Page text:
My custom knives are handcrafted with the greatest care, but it is still a tool, and like any tool it has to be properly cared for, regardless of how expertly it has been made. Maybe you’ve seen the show Forged in Fire, and watched some of the things they do to knives… all I can say is don’t do that! Don’t use your knife as a prybar, chopper, axe or screwdriver. Buy one of those tools instead. Knives are not meant for that!
A bit about our knives
I use 440c exclusively for my kitchen and cheese knives – well, almost exclusively. I’ve made a few exceptions for artistic purposes, but when I do that it will be clearly noted so you always know exactly what you are getting. 440c is a high-carbon stainless steel, which gives you the best of both worlds: the tough edge holding ability of high-carbon, and the stain resistant qualities of stainless steel which most people prefer in their cutlery. This makes 440c an excellent steel for kitchen knives.
In this article I’ll talk about care and cleaning for both 440c stainless and non-stainless blades.
Care and cleaning your stainless steel knife
Wash your knife by hand in soapy water and thoroughly dry after each use. Don’t use a dishwasher! Your knife can be safely submerged while washing, but don’t leave it in the sink. Wash and dry immediately. Don’t let it drip dry. The edge will stay sharp longer when dried right away.
With proper care and handling, you will get a lifetime of use from your knife.
Care and cleaning for non-stainless steel blades
Again, no dishwashers! Wash carefully by hand in soapy water. These blades will rust, so dry right away with a cloth – don’t drip dry. If you forget and get some rust (often in the form of orange spots), don’t worry. It’s easily dealt with. Use a high grit sandpaper – 600 grit at least or higher – or use ‘0000’ steel wool, and carefully rub off the rust. Then wash thoroughly with soapy water and dry by hand.
High-carbon blades will develop a patina with use over time. This is a good thing, as the patina forms a protective layer that gives the blade some protection from rust. It also forms attractive and interesting coloured patterns on the blade, a feature that many people like in high-carbon non-stainless knives.
To get a head start on a patina, just start cutting up citrus fruit and onions, then wipe the blade clean.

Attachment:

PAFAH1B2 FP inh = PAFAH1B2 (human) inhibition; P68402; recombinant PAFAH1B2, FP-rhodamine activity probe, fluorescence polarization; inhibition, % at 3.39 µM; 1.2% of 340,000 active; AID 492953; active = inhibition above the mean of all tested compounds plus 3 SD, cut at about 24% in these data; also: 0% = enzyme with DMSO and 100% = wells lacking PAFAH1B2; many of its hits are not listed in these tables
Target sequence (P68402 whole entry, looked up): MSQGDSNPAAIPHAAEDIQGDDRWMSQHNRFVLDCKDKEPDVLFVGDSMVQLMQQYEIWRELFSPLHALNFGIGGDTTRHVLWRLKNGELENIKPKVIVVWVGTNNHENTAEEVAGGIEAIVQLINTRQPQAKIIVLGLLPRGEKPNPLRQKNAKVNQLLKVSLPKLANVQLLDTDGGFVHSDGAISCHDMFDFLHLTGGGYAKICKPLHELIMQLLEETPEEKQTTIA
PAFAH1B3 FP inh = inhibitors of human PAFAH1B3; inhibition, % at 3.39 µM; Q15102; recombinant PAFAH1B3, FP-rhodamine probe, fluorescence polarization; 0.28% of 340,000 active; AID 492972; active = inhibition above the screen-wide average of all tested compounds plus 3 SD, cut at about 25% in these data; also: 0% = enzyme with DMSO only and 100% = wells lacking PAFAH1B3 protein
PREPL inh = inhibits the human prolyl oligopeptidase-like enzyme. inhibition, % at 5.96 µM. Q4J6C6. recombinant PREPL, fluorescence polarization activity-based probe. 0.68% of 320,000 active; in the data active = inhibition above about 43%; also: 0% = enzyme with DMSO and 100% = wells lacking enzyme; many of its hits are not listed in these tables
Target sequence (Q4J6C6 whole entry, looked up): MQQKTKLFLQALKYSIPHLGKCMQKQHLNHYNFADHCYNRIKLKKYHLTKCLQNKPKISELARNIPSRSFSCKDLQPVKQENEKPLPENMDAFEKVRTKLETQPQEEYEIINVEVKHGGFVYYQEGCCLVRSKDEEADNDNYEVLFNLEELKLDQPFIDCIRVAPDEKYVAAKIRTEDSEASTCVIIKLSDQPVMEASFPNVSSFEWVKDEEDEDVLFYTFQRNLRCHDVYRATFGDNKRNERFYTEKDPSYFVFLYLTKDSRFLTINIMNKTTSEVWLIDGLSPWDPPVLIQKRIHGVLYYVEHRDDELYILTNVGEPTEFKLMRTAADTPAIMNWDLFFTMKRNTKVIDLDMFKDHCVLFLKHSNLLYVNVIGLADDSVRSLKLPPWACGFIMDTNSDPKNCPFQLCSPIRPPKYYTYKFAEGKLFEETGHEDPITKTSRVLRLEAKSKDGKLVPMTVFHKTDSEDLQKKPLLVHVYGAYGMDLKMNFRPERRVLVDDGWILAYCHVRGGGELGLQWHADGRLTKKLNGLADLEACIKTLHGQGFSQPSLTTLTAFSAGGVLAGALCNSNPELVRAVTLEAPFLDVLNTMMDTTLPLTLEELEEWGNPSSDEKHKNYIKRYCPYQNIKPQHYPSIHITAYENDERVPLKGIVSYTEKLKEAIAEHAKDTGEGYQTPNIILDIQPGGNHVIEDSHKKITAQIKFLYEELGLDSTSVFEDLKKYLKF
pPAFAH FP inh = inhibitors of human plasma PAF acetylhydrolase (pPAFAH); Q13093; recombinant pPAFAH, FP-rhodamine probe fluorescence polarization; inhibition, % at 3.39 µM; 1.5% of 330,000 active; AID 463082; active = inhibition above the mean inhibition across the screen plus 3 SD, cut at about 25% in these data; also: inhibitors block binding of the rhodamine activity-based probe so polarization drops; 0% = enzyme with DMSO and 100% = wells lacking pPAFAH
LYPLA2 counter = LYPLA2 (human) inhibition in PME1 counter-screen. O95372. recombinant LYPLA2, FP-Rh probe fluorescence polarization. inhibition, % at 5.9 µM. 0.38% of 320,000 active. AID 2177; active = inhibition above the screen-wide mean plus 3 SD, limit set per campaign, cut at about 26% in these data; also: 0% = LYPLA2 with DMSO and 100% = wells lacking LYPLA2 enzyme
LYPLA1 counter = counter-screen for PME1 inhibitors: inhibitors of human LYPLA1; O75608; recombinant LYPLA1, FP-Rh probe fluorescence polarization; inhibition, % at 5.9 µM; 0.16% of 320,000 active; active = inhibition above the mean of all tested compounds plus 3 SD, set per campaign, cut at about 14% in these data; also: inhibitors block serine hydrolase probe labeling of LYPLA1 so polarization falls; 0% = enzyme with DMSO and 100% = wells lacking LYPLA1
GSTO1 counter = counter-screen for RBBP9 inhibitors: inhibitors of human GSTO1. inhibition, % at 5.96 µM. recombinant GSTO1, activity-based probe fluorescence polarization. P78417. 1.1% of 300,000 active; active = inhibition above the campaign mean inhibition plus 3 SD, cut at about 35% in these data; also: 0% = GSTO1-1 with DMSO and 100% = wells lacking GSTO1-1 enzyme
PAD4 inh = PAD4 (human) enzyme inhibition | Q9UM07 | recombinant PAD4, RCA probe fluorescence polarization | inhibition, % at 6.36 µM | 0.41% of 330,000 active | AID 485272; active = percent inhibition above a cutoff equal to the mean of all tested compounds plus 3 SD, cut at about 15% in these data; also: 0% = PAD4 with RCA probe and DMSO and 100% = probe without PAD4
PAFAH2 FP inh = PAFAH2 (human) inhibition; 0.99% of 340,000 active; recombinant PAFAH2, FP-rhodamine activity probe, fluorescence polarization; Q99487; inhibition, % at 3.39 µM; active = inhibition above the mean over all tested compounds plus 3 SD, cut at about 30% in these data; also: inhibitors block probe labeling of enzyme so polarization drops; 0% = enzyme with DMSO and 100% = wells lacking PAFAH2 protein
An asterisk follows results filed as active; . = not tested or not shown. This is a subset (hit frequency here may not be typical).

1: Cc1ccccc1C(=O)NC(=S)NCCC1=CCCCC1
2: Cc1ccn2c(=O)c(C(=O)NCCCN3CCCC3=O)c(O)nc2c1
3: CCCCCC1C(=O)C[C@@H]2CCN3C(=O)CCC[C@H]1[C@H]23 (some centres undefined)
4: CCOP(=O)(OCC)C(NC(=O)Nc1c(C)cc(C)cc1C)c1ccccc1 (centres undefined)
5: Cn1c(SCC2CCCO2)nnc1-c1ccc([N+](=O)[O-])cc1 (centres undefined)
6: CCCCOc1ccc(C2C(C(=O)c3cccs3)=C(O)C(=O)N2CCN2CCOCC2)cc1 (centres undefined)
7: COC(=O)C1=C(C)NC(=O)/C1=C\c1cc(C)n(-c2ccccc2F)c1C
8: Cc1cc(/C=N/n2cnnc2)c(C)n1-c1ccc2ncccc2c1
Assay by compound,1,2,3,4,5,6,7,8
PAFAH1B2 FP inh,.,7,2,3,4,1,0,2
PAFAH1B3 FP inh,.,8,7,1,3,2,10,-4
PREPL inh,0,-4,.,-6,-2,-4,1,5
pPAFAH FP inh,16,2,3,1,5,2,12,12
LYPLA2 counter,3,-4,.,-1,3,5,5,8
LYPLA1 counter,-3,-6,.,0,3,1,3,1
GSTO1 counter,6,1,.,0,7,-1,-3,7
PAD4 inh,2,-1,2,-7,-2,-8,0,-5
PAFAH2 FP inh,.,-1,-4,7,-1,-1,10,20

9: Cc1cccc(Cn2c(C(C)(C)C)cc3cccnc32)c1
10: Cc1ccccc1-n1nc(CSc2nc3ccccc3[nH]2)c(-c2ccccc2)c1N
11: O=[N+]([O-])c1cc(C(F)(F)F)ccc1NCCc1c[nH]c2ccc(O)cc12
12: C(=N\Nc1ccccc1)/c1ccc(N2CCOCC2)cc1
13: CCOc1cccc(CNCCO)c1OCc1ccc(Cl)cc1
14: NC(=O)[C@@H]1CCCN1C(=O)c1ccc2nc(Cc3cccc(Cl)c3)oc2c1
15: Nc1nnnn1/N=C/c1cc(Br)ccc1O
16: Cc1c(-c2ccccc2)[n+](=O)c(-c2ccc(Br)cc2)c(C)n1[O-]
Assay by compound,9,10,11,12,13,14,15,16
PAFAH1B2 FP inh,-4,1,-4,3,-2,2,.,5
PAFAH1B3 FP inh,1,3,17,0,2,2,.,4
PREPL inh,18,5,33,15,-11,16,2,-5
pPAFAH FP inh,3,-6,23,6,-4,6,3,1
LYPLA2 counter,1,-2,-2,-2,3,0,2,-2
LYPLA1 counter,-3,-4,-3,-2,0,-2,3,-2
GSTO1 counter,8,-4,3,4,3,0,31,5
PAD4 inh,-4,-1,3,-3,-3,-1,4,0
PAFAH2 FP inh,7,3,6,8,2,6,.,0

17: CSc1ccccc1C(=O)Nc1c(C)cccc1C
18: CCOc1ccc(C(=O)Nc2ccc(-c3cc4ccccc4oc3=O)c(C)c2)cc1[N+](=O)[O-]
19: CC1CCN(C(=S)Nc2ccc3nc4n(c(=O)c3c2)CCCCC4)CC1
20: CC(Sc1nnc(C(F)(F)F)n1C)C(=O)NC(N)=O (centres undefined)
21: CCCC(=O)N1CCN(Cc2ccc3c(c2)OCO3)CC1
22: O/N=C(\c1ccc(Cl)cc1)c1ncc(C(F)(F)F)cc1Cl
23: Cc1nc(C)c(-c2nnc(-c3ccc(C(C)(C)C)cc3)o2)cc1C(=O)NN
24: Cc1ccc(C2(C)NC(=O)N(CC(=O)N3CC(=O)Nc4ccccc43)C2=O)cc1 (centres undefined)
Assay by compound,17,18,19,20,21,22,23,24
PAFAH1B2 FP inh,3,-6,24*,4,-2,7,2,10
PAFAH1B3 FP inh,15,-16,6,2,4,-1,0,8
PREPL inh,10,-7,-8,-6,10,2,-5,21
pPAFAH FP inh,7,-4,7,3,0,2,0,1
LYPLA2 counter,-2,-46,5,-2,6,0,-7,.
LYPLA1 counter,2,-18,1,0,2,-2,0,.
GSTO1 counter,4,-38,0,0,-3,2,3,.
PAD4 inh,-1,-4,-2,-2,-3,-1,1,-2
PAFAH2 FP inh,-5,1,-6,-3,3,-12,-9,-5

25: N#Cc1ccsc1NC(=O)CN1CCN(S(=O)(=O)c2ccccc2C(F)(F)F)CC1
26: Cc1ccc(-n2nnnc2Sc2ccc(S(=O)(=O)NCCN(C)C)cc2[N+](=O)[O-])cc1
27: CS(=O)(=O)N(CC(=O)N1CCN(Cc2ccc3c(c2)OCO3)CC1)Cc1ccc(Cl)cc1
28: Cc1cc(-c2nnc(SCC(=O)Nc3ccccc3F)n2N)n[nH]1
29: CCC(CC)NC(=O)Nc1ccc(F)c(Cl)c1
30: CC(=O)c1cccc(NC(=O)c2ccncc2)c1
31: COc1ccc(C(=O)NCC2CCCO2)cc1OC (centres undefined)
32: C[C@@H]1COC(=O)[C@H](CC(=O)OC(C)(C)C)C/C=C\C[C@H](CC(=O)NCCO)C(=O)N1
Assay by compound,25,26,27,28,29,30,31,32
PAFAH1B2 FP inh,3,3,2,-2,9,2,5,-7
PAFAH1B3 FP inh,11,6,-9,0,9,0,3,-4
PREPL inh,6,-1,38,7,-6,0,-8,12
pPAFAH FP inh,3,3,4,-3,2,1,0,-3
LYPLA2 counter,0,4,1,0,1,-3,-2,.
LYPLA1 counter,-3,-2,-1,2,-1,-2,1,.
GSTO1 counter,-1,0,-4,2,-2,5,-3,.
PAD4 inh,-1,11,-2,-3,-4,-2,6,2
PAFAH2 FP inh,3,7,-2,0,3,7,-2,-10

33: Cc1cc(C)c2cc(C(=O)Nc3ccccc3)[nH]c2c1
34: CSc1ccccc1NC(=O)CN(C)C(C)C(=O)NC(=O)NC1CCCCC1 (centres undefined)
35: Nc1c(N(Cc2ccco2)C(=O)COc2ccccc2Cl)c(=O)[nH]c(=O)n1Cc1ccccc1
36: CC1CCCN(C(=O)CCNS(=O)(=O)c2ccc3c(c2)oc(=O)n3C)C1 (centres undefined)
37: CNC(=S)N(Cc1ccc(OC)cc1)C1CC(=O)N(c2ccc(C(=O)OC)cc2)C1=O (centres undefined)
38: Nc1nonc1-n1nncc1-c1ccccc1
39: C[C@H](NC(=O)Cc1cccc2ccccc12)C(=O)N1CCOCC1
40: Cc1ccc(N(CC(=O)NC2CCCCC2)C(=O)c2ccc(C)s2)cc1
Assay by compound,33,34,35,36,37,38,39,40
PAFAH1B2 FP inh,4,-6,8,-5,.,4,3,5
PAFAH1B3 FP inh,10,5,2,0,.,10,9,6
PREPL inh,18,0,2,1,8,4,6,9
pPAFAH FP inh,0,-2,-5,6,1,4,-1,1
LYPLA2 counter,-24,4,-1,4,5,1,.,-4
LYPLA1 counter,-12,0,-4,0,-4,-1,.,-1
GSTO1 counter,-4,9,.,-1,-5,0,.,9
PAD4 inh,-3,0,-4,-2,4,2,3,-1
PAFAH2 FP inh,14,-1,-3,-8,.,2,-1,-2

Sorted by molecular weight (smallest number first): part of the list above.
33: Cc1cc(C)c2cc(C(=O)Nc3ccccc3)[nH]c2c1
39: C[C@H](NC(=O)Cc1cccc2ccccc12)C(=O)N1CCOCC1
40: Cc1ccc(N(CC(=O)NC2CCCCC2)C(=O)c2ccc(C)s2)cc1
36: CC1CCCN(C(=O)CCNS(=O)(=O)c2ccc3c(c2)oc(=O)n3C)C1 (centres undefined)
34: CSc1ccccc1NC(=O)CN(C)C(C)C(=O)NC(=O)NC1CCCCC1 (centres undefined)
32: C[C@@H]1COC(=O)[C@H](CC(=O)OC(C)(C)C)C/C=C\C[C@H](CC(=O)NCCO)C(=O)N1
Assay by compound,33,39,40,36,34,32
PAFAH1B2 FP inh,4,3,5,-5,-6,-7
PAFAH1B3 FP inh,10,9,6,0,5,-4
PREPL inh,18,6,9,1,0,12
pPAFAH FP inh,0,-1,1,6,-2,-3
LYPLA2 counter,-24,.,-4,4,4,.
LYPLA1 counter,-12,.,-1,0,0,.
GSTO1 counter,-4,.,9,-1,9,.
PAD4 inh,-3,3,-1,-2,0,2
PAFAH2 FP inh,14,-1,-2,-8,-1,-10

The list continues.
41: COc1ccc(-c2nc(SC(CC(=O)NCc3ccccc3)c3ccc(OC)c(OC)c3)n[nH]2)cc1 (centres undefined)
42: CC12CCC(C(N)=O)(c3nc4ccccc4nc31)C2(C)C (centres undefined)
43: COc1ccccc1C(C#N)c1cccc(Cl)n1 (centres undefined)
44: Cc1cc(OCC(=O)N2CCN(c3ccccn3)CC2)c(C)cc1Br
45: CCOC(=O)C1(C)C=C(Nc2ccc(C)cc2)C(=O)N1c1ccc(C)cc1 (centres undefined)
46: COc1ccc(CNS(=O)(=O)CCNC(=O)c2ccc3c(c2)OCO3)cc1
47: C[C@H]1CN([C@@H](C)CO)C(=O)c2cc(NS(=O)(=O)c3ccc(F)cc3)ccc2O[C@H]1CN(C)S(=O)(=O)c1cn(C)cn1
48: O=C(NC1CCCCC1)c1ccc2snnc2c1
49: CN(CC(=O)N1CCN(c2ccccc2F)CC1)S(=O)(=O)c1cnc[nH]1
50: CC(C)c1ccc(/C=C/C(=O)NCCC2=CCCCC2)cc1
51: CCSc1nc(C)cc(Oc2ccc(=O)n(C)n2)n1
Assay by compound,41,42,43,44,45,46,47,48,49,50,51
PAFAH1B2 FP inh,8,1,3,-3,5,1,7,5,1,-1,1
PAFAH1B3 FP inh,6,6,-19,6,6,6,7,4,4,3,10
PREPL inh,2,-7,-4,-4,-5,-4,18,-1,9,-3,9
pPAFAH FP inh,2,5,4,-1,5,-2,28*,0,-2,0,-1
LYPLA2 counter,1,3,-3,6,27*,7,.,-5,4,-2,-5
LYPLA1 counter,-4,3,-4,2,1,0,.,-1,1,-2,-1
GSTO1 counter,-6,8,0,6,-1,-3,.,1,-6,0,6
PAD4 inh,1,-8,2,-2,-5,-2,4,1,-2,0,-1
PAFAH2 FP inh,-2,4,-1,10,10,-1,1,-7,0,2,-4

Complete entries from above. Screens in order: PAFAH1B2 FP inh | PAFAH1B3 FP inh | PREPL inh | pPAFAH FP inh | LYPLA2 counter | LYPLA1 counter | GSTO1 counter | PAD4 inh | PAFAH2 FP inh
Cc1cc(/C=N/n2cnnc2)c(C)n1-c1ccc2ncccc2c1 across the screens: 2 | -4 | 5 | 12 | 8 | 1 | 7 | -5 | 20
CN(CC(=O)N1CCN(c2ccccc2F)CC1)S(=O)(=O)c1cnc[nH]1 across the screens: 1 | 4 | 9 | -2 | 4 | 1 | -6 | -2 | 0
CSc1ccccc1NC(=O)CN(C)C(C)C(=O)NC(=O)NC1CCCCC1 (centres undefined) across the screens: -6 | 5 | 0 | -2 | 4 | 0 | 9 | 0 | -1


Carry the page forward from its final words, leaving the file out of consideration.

I produced the patina pattern on this cheese knife (above) by drizzling mustard on it, and letting it sit for a few hours.
Keep your knife sharp! A sharp knife is actually safer than a dull one. I offer sharpening services and will always be happy to help (for a modest fee, of course), but if you don’t want to pay for sharpening services it’s always a good investment to get yourself a good knife sharpening tool.
For most people a ‘pull through’ sharpener is an excellent option. They are inexpensive and easy to use. I’ve had very good results with the Lansky knife sharpener, as well as their ‘blade doctor’, available at Amazon. Smith’s Adjustable Knife Sharpener is also very good, available on Amazon here. Just a few swipes a week will be enough for the average household user.
These work well if the knife has an edge. If the knife edge isn’t maintained and it’s allowed to get too dull, then a typical household knife sharpeners won’t do the trick. You’d be surprised at the number of people I’ve come across, or who have come to me for help, with kitchen knives that are duller than butter knives. If the knife edge is too far gone like that, than you will need to bring it to an expert to have the edge re-ground.
Or you could invest in sharpening stones. If you put in the time and effort to learn how to use them properly, a sharpening stone is also a good way to keep your knives sharp. How to use a stone will have to be the subject of a future post, or you could watch some of the excellent videos on YouTube.
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